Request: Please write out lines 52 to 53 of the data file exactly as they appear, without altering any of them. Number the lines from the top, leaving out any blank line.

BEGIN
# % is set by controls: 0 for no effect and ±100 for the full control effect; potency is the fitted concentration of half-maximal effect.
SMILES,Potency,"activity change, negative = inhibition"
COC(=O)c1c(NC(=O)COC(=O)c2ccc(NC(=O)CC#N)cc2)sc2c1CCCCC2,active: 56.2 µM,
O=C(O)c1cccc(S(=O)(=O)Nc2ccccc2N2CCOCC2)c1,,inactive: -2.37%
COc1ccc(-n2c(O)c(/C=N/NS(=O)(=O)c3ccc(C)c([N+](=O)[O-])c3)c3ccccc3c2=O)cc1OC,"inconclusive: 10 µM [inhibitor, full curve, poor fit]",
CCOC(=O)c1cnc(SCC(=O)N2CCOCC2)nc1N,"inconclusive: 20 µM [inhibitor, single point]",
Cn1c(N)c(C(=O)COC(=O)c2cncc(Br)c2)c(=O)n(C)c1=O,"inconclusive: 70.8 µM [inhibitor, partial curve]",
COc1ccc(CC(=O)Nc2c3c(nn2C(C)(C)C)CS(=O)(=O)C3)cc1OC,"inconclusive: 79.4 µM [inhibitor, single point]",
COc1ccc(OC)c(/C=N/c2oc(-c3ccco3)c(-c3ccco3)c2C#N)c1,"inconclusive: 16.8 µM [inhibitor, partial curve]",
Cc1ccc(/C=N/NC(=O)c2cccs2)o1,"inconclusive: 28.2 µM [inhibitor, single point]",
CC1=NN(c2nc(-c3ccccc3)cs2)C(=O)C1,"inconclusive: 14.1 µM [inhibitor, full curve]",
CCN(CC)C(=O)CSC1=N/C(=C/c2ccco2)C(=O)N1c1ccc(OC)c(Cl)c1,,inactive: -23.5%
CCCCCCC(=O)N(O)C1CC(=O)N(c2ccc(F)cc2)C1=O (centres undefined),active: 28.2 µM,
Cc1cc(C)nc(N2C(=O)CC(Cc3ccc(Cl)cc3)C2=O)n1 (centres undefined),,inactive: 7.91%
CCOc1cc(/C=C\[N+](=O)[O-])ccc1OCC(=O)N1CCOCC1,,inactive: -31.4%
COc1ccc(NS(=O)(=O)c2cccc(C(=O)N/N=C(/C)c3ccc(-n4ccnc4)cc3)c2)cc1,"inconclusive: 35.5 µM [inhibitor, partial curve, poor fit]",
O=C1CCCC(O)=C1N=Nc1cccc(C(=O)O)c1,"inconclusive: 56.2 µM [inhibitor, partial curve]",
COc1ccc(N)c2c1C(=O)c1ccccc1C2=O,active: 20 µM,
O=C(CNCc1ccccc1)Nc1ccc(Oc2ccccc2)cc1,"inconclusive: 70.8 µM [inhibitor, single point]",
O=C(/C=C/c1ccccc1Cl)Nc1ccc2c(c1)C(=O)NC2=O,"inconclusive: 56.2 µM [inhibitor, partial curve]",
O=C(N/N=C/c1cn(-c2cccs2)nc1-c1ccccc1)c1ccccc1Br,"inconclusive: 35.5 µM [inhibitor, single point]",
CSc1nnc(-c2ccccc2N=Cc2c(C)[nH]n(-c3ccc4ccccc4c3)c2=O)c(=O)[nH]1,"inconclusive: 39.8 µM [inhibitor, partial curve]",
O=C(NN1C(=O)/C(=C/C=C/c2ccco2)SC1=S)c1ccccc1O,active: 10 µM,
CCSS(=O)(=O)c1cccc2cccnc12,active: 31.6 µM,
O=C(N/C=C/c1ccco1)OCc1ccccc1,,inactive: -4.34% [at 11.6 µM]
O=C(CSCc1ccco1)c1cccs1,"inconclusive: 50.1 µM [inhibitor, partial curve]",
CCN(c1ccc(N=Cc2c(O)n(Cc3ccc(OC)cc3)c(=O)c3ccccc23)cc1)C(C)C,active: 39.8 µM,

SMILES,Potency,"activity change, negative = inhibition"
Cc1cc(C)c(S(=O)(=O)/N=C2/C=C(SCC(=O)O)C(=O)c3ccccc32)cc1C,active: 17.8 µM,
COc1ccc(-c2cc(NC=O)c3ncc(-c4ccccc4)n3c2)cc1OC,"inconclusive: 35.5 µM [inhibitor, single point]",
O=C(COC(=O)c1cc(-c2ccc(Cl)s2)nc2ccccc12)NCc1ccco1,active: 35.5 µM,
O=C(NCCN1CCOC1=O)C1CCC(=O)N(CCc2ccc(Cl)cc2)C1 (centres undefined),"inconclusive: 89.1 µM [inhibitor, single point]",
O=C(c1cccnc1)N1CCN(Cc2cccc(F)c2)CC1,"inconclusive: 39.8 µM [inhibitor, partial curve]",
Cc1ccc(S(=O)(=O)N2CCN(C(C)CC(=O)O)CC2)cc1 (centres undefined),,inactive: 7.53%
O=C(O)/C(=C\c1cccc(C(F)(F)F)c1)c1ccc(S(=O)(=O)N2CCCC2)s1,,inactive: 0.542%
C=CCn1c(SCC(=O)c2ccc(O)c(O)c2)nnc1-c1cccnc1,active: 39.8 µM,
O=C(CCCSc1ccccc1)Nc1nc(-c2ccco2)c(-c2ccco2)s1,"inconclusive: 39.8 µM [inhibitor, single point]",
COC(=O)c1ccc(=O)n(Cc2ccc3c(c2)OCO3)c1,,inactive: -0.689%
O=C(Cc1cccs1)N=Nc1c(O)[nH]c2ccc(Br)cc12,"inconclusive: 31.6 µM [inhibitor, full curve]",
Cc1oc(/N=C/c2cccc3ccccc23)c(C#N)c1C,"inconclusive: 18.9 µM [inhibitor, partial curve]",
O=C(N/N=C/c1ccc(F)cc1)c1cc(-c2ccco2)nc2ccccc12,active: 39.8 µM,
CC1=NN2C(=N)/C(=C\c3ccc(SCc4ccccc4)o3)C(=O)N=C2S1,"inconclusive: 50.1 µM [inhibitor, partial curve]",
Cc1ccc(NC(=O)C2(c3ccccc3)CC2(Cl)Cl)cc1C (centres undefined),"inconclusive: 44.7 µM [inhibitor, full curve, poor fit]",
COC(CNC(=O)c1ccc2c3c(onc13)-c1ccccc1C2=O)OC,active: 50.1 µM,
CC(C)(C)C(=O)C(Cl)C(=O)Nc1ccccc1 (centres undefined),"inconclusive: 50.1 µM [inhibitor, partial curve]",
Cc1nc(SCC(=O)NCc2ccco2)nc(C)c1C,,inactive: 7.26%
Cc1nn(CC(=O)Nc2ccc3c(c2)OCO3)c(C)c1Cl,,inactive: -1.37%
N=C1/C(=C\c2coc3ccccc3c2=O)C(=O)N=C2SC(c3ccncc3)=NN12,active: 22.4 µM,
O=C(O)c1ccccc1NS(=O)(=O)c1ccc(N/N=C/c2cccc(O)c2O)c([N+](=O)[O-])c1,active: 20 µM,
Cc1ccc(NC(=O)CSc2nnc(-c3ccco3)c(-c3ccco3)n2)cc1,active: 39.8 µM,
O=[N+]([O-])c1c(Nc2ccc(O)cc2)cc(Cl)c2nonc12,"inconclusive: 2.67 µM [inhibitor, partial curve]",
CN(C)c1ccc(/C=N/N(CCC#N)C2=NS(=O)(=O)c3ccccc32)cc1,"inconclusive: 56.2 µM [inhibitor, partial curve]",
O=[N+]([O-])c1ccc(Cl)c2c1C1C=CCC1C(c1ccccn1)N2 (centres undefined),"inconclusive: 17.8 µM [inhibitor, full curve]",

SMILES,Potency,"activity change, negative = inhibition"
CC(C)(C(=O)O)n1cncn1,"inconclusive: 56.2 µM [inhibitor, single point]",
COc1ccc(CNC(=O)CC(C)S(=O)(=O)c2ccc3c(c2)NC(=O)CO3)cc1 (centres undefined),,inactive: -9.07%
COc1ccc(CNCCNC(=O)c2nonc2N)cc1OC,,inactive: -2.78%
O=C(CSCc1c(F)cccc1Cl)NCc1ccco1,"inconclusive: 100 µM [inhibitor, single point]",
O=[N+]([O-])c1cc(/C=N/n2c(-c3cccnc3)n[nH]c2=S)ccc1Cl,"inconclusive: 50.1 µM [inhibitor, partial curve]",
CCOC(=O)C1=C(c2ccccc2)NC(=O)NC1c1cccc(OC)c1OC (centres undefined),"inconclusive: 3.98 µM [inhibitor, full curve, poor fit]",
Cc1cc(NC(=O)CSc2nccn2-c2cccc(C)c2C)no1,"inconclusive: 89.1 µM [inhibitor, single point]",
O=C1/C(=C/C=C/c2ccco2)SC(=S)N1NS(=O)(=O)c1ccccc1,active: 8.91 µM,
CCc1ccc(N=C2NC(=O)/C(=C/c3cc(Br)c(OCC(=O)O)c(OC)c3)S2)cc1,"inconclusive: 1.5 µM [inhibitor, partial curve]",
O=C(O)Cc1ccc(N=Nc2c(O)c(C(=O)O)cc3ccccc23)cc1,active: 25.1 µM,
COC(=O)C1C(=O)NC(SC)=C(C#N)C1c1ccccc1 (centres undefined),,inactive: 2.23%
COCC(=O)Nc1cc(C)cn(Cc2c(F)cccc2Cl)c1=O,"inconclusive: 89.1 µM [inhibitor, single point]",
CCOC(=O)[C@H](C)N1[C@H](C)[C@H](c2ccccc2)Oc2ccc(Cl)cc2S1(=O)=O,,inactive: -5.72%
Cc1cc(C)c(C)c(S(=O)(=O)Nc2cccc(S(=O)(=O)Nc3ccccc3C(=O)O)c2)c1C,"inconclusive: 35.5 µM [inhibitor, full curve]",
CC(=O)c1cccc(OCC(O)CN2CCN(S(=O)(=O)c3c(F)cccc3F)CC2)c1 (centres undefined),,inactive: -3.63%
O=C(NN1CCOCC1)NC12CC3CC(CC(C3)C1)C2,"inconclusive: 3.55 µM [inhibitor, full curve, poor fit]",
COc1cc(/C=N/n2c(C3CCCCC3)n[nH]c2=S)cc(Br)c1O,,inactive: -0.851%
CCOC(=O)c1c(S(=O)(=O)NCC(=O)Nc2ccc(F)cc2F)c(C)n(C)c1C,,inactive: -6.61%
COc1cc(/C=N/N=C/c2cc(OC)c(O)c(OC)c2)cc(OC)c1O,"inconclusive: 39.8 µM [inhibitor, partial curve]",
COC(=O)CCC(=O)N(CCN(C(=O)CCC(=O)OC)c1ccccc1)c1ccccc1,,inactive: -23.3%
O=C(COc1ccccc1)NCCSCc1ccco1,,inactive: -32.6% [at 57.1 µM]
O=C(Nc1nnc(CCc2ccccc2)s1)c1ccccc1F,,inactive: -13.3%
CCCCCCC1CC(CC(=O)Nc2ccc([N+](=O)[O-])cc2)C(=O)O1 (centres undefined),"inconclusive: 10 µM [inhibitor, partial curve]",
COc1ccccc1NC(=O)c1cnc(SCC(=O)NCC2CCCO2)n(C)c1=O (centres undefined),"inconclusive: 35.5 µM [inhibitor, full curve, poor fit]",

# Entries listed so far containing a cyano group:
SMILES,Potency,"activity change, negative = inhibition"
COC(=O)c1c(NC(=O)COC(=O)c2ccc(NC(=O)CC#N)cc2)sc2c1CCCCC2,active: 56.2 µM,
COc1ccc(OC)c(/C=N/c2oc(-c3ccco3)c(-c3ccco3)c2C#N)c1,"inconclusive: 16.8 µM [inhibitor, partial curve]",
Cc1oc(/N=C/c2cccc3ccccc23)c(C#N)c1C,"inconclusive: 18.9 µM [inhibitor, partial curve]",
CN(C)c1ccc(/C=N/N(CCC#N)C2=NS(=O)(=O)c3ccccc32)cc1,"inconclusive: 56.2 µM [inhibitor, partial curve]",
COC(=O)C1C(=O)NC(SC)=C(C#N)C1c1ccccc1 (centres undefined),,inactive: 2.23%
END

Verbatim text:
CN(C)c1ccc(/C=N/N(CCC#N)C2=NS(=O)(=O)c3ccccc32)cc1,"inconclusive: 56.2 µM [inhibitor, partial curve]",
O=[N+]([O-])c1ccc(Cl)c2c1C1C=CCC1C(c1ccccn1)N2 (centres undefined),"inconclusive: 17.8 µM [inhibitor, full curve]",